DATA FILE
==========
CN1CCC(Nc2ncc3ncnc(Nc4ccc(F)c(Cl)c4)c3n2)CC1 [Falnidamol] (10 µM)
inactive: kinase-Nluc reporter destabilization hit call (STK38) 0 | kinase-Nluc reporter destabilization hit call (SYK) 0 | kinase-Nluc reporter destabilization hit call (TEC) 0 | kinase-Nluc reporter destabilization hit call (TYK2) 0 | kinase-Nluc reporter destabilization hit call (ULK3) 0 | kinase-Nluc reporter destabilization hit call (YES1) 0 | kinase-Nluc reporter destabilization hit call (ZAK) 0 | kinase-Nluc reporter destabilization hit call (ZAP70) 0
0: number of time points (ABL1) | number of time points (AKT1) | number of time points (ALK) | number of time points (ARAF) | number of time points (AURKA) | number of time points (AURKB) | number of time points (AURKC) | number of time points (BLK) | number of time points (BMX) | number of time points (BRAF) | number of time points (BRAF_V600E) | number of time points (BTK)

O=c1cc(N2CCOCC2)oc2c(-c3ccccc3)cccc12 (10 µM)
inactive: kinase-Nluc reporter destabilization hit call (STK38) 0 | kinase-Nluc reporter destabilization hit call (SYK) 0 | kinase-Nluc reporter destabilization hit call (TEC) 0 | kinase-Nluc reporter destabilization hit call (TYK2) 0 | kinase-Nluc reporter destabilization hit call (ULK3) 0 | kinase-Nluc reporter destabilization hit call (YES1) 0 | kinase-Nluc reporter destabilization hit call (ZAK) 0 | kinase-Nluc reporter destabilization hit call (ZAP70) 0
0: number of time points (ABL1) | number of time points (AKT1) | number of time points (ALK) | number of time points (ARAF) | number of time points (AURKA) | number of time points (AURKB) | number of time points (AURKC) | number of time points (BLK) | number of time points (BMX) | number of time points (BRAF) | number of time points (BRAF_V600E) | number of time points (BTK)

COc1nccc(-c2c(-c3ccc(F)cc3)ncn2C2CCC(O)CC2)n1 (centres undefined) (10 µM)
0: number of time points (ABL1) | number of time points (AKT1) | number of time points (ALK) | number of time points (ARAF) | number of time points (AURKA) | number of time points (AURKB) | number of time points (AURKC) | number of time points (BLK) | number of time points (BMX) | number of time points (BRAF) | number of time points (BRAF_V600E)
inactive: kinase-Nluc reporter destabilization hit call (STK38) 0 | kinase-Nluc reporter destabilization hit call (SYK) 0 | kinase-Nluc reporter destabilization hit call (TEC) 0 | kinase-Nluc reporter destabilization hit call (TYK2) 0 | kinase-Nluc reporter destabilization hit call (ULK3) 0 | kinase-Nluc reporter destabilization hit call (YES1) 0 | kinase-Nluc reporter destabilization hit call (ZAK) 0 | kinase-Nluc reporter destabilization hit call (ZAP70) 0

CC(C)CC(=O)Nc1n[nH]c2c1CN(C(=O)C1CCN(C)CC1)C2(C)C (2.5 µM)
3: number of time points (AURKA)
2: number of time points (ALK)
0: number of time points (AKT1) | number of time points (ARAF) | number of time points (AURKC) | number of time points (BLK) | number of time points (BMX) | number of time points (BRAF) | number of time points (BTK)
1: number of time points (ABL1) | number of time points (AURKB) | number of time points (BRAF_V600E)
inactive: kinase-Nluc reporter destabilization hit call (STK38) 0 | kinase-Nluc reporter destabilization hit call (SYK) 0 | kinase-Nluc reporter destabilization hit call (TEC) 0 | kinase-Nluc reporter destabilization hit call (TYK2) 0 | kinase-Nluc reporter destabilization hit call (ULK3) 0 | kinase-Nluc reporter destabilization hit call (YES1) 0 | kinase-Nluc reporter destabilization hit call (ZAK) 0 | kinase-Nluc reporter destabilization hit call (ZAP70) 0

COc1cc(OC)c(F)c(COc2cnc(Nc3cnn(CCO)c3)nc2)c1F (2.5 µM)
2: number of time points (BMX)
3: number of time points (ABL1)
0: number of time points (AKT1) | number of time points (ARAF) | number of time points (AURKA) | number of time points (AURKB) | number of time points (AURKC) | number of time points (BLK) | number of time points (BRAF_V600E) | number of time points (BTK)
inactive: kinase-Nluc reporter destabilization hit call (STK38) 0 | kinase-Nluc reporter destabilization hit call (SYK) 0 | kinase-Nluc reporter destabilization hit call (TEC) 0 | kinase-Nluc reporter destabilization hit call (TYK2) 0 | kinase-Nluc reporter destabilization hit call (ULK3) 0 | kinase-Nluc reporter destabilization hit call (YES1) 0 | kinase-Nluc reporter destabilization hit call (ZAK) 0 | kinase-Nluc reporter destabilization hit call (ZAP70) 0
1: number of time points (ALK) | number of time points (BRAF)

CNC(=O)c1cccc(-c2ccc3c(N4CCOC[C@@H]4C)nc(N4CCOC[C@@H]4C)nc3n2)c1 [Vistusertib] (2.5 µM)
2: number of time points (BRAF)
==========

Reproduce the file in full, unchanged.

CN1CCC(Nc2ncc3ncnc(Nc4ccc(F)c(Cl)c4)c3n2)CC1 [Falnidamol] (10 µM)
inactive: kinase-Nluc reporter destabilization hit call (STK38) 0 | kinase-Nluc reporter destabilization hit call (SYK) 0 | kinase-Nluc reporter destabilization hit call (TEC) 0 | kinase-Nluc reporter destabilization hit call (TYK2) 0 | kinase-Nluc reporter destabilization hit call (ULK3) 0 | kinase-Nluc reporter destabilization hit call (YES1) 0 | kinase-Nluc reporter destabilization hit call (ZAK) 0 | kinase-Nluc reporter destabilization hit call (ZAP70) 0
0: number of time points (ABL1) | number of time points (AKT1) | number of time points (ALK) | number of time points (ARAF) | number of time points (AURKA) | number of time points (AURKB) | number of time points (AURKC) | number of time points (BLK) | number of time points (BMX) | number of time points (BRAF) | number of time points (BRAF_V600E) | number of time points (BTK)

O=c1cc(N2CCOCC2)oc2c(-c3ccccc3)cccc12 (10 µM)
inactive: kinase-Nluc reporter destabilization hit call (STK38) 0 | kinase-Nluc reporter destabilization hit call (SYK) 0 | kinase-Nluc reporter destabilization hit call (TEC) 0 | kinase-Nluc reporter destabilization hit call (TYK2) 0 | kinase-Nluc reporter destabilization hit call (ULK3) 0 | kinase-Nluc reporter destabilization hit call (YES1) 0 | kinase-Nluc reporter destabilization hit call (ZAK) 0 | kinase-Nluc reporter destabilization hit call (ZAP70) 0
0: number of time points (ABL1) | number of time points (AKT1) | number of time points (ALK) | number of time points (ARAF) | number of time points (AURKA) | number of time points (AURKB) | number of time points (AURKC) | number of time points (BLK) | number of time points (BMX) | number of time points (BRAF) | number of time points (BRAF_V600E) | number of time points (BTK)

COc1nccc(-c2c(-c3ccc(F)cc3)ncn2C2CCC(O)CC2)n1 (centres undefined) (10 µM)
0: number of time points (ABL1) | number of time points (AKT1) | number of time points (ALK) | number of time points (ARAF) | number of time points (AURKA) | number of time points (AURKB) | number of time points (AURKC) | number of time points (BLK) | number of time points (BMX) | number of time points (BRAF) | number of time points (BRAF_V600E)
inactive: kinase-Nluc reporter destabilization hit call (STK38) 0 | kinase-Nluc reporter destabilization hit call (SYK) 0 | kinase-Nluc reporter destabilization hit call (TEC) 0 | kinase-Nluc reporter destabilization hit call (TYK2) 0 | kinase-Nluc reporter destabilization hit call (ULK3) 0 | kinase-Nluc reporter destabilization hit call (YES1) 0 | kinase-Nluc reporter destabilization hit call (ZAK) 0 | kinase-Nluc reporter destabilization hit call (ZAP70) 0

CC(C)CC(=O)Nc1n[nH]c2c1CN(C(=O)C1CCN(C)CC1)C2(C)C (2.5 µM)
3: number of time points (AURKA)
2: number of time points (ALK)
0: number of time points (AKT1) | number of time points (ARAF) | number of time points (AURKC) | number of time points (BLK) | number of time points (BMX) | number of time points (BRAF) | number of time points (BTK)
1: number of time points (ABL1) | number of time points (AURKB) | number of time points (BRAF_V600E)
inactive: kinase-Nluc reporter destabilization hit call (STK38) 0 | kinase-Nluc reporter destabilization hit call (SYK) 0 | kinase-Nluc reporter destabilization hit call (TEC) 0 | kinase-Nluc reporter destabilization hit call (TYK2) 0 | kinase-Nluc reporter destabilization hit call (ULK3) 0 | kinase-Nluc reporter destabilization hit call (YES1) 0 | kinase-Nluc reporter destabilization hit call (ZAK) 0 | kinase-Nluc reporter destabilization hit call (ZAP70) 0

COc1cc(OC)c(F)c(COc2cnc(Nc3cnn(CCO)c3)nc2)c1F (2.5 µM)
2: number of time points (BMX)
3: number of time points (ABL1)
0: number of time points (AKT1) | number of time points (ARAF) | number of time points (AURKA) | number of time points (AURKB) | number of time points (AURKC) | number of time points (BLK) | number of time points (BRAF_V600E) | number of time points (BTK)
inactive: kinase-Nluc reporter destabilization hit call (STK38) 0 | kinase-Nluc reporter destabilization hit call (SYK) 0 | kinase-Nluc reporter destabilization hit call (TEC) 0 | kinase-Nluc reporter destabilization hit call (TYK2) 0 | kinase-Nluc reporter destabilization hit call (ULK3) 0 | kinase-Nluc reporter destabilization hit call (YES1) 0 | kinase-Nluc reporter destabilization hit call (ZAK) 0 | kinase-Nluc reporter destabilization hit call (ZAP70) 0
1: number of time points (ALK) | number of time points (BRAF)

CNC(=O)c1cccc(-c2ccc3c(N4CCOC[C@@H]4C)nc(N4CCOC[C@@H]4C)nc3n2)c1 [Vistusertib] (2.5 µM)
2: number of time points (BRAF)